The tax rate also takes into account the tax benefit relating to the delivery of vested shares during the first quarter at a value higher than their amortized cost. This benefit resulted in a 3.6% reduction in the annualized effective tax rate to 22.2%, which is the rate we applied in the first quarter. Earnings per share, our adjusted if-converted earnings were $0.89 per share for the first quarter, up 25% compared with $0.71 per share in the first quarter last year.
Share count for the quarter, our weighted average share count was 43.1 million shares. During the first quarter, we repurchased the equivalent of approximately 1.6 million shares including approximately 658,000 shares in the open market. The balance of repurchases came from the exchange of partnership units for cash and net share settlement of employee tax obligations. We're currently in receipt of exchange notices for approximately 221,000 partnership units. And as we have done in the past, we will exchange these units for cash.
On the balance sheet, we ended the quarter with $172 million in cash, cash equivalents and short-term investments, which was a record for first quarter cash balance and $292 million in net working capital. We have no debt outstanding and our full line of credit is available to us. Finally, the Board has approved a dividend of $0.05 per share. The dividend will be paid on June 16, 2021 to Class A common shareholders of record as of June 2, 2021.
With that, I'll turn it back to Paul.
Thank you Helen. In terms of our outlook, our distinctive and differentiated mix of businesses it’s highly complementary, positioned for growth and provides us with the diversification and ballast to enable our firm to succeed in most any environment. As we continue to integrate and leverage our relationships and capabilities across our firm, all of our businesses become more powerful and more formidable. Enormous opportunities to grow each of our businesses abound. And as before, we remain extremely confident in our future prospects.
And with that we will now take your questions.
Thank you. [Operator Instructions] And we'll go first to Devin Ryan with JMP Securities. Caller, your line is open, you maybe on mute.
This is Devin. Can you guys hear me?
Yes Devin. We can now. Good morning.
Sorry about that. A little technical difficulties here. I guess, Paul, first appreciate all the outlook terrific, very clear. You think about the restructuring business, so I appreciate the revenue trajectory on the year. But how are you thinking about the, I guess, tone for that business more broadly? And what type of catalysts what we need to see for something to change here? Is it just the credit backdrop changing, or are there dynamics in the market that could create resurgence and activity just companies potentially capitulating or something on the regulatory front? Just curious what potential could change new mandate activity there?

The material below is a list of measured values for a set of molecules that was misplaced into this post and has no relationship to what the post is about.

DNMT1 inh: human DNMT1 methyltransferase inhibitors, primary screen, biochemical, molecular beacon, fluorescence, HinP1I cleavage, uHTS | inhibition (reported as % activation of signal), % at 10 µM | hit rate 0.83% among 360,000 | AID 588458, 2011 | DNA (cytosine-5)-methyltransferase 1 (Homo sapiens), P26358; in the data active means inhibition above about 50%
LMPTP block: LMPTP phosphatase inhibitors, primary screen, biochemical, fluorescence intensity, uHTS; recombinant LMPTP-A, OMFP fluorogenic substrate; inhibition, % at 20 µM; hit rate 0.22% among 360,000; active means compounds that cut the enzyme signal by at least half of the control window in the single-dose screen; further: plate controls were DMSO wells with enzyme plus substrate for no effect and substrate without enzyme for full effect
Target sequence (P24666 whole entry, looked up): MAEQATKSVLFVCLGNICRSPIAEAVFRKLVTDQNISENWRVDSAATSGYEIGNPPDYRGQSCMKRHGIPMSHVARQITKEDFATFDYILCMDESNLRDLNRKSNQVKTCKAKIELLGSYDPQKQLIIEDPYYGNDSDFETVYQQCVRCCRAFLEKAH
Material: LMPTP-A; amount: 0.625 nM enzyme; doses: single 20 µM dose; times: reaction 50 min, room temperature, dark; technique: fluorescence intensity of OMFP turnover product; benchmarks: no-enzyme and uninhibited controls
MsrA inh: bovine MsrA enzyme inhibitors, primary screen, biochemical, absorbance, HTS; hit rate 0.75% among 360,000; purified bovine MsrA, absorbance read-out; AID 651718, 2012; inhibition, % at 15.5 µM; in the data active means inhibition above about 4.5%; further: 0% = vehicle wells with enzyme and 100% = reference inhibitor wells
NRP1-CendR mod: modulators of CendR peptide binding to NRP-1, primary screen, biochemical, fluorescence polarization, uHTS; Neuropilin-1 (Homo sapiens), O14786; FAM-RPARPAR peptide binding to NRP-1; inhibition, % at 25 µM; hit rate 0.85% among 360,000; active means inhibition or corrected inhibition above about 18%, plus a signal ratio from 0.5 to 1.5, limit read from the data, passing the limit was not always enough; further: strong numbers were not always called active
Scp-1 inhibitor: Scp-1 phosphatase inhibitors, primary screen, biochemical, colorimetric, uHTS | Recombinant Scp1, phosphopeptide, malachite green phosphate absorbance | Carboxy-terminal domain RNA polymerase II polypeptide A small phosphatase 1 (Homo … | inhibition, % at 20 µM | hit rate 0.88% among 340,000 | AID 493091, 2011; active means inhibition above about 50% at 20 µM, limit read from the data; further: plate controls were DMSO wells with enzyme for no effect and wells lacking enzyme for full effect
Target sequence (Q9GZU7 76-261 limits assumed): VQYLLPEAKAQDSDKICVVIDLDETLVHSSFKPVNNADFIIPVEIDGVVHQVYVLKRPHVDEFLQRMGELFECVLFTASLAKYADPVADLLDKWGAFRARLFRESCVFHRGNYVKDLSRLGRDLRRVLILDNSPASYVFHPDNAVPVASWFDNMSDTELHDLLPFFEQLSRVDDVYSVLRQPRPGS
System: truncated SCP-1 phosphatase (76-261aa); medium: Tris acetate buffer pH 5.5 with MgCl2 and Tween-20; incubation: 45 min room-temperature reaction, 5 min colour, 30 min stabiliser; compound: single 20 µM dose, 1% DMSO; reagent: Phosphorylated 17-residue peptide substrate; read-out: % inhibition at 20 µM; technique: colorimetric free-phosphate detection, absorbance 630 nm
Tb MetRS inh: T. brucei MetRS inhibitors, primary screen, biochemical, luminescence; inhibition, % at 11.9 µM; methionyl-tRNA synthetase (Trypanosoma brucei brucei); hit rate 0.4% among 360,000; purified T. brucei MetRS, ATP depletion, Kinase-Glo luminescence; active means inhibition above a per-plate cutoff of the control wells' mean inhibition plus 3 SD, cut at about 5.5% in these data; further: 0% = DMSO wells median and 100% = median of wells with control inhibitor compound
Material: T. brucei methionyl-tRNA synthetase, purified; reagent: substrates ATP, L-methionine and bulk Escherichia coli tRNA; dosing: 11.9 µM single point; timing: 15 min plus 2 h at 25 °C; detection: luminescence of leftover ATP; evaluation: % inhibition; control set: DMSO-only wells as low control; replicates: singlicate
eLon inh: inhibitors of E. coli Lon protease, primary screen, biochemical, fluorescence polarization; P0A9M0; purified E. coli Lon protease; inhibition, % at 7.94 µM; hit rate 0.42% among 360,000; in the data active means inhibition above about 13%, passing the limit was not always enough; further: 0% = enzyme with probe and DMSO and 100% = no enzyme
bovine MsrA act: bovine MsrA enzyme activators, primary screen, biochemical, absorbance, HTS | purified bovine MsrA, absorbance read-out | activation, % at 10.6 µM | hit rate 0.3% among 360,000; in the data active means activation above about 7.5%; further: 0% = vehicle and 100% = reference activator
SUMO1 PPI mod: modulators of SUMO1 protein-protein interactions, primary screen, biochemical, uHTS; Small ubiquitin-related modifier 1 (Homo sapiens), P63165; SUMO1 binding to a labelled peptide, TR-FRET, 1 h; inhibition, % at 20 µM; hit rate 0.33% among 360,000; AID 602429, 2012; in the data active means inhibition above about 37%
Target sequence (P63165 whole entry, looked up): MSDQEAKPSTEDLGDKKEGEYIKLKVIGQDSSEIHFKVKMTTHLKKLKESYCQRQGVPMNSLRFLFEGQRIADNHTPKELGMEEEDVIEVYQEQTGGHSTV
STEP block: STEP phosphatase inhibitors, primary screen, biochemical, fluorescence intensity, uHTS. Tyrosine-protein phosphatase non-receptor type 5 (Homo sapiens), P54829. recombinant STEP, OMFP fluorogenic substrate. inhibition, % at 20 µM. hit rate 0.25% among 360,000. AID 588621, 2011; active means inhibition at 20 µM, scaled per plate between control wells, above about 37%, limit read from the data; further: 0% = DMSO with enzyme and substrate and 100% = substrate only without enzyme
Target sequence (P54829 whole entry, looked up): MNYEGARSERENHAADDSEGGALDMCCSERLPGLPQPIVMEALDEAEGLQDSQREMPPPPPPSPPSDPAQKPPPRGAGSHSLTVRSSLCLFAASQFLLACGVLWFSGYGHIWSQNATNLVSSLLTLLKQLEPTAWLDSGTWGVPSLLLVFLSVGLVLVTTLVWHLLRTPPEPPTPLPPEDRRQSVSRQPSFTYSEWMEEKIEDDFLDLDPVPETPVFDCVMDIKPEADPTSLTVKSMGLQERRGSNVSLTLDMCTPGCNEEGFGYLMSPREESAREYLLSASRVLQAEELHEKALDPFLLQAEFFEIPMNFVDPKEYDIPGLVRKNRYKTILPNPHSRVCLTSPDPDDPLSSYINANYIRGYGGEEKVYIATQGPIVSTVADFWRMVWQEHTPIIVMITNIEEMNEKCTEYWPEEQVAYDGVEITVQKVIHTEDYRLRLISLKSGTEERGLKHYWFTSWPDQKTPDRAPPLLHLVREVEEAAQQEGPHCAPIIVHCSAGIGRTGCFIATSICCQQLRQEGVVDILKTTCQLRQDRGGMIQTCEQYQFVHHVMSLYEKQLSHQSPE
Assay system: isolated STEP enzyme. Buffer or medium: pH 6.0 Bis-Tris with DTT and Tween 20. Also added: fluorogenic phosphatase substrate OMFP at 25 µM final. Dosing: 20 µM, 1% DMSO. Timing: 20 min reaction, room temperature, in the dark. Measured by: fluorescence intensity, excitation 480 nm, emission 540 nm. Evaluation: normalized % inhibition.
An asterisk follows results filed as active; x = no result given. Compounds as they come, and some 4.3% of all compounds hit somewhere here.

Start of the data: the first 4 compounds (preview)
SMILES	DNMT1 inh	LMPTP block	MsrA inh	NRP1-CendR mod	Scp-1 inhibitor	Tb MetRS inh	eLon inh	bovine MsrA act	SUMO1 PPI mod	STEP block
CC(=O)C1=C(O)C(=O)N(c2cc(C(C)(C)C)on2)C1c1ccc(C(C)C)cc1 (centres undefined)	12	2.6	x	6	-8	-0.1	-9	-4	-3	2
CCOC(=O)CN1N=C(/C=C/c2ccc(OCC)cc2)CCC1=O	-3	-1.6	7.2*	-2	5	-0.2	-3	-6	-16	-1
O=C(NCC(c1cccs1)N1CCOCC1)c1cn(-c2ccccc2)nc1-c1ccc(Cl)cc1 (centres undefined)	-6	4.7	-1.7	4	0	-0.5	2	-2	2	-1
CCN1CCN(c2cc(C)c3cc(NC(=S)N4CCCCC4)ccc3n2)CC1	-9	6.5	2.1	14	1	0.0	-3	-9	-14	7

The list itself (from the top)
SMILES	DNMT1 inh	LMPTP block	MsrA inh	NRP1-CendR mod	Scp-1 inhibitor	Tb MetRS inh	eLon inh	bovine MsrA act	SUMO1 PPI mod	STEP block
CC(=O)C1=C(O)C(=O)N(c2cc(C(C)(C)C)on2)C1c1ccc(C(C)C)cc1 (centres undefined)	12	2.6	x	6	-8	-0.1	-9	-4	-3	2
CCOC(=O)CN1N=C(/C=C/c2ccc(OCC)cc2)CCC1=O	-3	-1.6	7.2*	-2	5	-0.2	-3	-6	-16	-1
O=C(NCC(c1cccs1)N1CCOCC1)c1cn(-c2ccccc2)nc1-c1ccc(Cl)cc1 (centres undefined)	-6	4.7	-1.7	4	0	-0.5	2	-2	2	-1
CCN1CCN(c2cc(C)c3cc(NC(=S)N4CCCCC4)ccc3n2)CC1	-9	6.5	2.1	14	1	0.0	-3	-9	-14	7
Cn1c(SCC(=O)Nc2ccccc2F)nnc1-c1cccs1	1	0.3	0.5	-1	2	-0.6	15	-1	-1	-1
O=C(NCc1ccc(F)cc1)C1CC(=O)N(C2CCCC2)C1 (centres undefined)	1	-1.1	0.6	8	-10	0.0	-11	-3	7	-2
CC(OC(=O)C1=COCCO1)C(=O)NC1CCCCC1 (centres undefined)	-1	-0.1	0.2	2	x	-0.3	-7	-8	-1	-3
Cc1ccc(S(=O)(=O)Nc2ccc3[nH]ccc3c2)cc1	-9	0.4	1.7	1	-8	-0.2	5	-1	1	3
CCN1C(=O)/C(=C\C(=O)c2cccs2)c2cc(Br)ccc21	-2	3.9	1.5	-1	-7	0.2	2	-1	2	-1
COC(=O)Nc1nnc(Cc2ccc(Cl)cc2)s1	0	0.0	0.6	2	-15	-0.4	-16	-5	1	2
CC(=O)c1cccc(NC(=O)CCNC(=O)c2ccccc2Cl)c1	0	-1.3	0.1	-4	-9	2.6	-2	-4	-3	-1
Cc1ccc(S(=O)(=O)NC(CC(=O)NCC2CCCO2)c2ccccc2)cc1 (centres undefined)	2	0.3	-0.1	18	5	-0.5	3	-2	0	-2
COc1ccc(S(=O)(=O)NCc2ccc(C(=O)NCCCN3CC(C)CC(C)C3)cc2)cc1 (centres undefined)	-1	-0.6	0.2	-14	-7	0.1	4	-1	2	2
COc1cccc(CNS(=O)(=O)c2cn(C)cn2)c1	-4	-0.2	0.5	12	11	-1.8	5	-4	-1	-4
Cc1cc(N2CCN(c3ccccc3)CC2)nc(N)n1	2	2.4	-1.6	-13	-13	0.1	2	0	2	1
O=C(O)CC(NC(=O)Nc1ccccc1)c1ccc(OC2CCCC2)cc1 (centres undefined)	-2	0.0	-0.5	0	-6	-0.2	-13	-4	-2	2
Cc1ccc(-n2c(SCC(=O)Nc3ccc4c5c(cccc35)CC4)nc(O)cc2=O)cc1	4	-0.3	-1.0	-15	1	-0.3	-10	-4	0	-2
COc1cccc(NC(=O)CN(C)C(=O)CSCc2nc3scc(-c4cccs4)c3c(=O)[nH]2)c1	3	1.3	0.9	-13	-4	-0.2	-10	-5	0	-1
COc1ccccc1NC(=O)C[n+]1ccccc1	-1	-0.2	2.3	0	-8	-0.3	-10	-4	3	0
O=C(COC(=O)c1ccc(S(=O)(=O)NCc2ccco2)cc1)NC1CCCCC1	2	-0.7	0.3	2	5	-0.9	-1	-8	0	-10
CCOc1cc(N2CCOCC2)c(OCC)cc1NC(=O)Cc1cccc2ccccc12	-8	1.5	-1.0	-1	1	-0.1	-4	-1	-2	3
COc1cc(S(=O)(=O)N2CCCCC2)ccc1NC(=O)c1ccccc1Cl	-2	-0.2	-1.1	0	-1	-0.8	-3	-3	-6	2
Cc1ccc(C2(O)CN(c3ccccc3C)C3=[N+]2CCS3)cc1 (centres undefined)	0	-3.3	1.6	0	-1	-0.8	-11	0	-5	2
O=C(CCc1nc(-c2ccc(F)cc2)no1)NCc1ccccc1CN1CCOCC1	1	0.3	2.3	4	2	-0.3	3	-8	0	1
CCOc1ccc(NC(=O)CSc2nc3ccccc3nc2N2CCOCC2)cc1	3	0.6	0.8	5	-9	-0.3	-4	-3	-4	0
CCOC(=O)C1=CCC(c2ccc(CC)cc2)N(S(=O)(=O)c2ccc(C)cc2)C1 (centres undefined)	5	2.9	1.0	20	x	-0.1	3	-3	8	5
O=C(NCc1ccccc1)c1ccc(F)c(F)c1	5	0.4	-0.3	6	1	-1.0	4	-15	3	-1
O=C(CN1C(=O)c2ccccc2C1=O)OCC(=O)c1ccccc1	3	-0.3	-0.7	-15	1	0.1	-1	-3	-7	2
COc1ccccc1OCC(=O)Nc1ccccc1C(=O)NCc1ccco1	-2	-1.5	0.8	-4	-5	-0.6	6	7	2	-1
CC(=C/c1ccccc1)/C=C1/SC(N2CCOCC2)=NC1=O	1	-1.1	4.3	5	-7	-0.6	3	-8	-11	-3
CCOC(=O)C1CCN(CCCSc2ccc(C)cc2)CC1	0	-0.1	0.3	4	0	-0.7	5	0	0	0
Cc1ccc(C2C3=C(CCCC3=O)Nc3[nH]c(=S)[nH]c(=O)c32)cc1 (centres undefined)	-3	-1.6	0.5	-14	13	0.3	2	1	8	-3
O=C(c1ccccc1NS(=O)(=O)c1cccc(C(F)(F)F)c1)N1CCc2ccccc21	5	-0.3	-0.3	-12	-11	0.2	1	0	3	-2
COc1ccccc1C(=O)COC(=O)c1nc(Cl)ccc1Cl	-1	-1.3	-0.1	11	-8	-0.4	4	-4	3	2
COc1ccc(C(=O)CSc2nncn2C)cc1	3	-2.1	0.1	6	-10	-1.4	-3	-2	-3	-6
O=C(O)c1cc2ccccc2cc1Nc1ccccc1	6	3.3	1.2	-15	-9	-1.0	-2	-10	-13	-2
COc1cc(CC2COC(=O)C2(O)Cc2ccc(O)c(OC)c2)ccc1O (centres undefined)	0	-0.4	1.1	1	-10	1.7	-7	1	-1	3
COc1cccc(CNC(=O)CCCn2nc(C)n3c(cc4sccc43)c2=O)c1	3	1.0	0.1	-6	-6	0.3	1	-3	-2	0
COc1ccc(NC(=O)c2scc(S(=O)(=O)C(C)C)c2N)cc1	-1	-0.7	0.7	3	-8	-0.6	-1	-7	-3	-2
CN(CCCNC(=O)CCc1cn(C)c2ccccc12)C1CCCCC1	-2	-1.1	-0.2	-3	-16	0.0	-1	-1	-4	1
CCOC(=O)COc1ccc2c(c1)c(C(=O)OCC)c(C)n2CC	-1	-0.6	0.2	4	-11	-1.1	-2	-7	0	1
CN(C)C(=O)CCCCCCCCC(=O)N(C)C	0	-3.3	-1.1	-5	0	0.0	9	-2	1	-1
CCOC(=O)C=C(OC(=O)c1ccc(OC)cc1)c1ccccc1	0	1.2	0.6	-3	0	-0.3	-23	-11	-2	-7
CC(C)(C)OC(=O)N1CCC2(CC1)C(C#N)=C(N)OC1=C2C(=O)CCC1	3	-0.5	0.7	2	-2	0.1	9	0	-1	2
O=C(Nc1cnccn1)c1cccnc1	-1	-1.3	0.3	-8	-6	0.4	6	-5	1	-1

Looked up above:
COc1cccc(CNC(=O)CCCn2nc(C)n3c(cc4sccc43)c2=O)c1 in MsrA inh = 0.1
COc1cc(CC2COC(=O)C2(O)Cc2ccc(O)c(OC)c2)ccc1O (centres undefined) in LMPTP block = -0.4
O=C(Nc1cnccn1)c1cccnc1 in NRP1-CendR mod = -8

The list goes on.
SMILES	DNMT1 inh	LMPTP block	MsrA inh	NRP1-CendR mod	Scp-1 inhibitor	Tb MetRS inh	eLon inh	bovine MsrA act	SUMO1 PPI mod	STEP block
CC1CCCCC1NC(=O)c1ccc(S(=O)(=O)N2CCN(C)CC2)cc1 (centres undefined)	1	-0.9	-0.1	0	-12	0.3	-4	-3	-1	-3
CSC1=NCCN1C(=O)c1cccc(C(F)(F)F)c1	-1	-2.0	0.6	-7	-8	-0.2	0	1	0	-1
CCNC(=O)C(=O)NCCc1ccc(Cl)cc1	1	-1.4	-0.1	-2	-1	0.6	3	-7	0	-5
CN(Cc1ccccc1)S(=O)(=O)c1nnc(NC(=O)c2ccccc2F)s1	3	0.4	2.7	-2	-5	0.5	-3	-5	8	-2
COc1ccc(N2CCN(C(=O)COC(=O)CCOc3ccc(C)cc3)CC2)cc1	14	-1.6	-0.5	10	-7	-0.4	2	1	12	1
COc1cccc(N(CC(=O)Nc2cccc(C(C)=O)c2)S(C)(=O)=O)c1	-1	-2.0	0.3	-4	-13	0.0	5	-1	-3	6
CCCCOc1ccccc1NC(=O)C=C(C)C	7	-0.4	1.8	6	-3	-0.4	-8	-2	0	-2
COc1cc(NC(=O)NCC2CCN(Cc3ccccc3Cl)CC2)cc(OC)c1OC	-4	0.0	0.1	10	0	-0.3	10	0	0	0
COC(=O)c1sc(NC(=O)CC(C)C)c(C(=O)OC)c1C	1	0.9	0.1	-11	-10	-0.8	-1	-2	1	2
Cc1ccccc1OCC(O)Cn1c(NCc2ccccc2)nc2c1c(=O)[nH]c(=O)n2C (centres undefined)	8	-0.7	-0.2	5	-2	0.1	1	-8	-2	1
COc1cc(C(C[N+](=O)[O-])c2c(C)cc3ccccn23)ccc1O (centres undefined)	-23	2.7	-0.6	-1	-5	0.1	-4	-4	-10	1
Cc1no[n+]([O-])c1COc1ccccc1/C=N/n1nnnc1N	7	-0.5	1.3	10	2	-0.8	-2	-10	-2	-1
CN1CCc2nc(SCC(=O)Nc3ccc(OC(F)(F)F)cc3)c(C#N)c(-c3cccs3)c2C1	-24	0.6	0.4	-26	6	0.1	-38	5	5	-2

Sure. Well let's first start with some of the basics which we've talked about for a while. What COVID has done is it has disrupted an enormous number of business models and it has shaken up the playing field in a way that we now have clear winners and clear losers in the business marketplace. And that is really irrespective of the macro backdrop. So what we've said consistently is that the baseline level of restructuring post-COVID is going to be higher than it was pre-COVID. And that's why when we talk about our 2021 prospects, we talk about it being meaningfully greater than 2019. We see that trend continuing for some considerable period of time, just because of the damage and dislocation caused to many businesses that have been severely hurt by change in customer preferences, business buying habits, the way in which people move about the world.
Then on top of that, restructuring is always keenly tethered to the macro backdrop. And right now there's no doubt that we're on a -- we're in a risk on environment. And if that changes and if the capital markets become less hospitable, and if there are fewer refinancing opportunities and less capital available, clearly that will be an accelerant to take the current level of restructuring activity up a notch or two or maybe more. I think another is interest rates. If interest rates move higher, that then creates its own series of dislocations.
So we are absolutely of the belief that in this macro environment, we're going to see more restructuring as a baseline. We also believe that the overall conditions are about as favorable as one can imagine for debtors. And that inevitably is going to change because the world ebbs and flows. And when that does, you're going to find record amounts, record quantum of debt outstanding and that should take restructuring levels up meaningfully. But we're -- we see that as a potential opportunity, but we're certainly not banking on it in the near or in immediate term.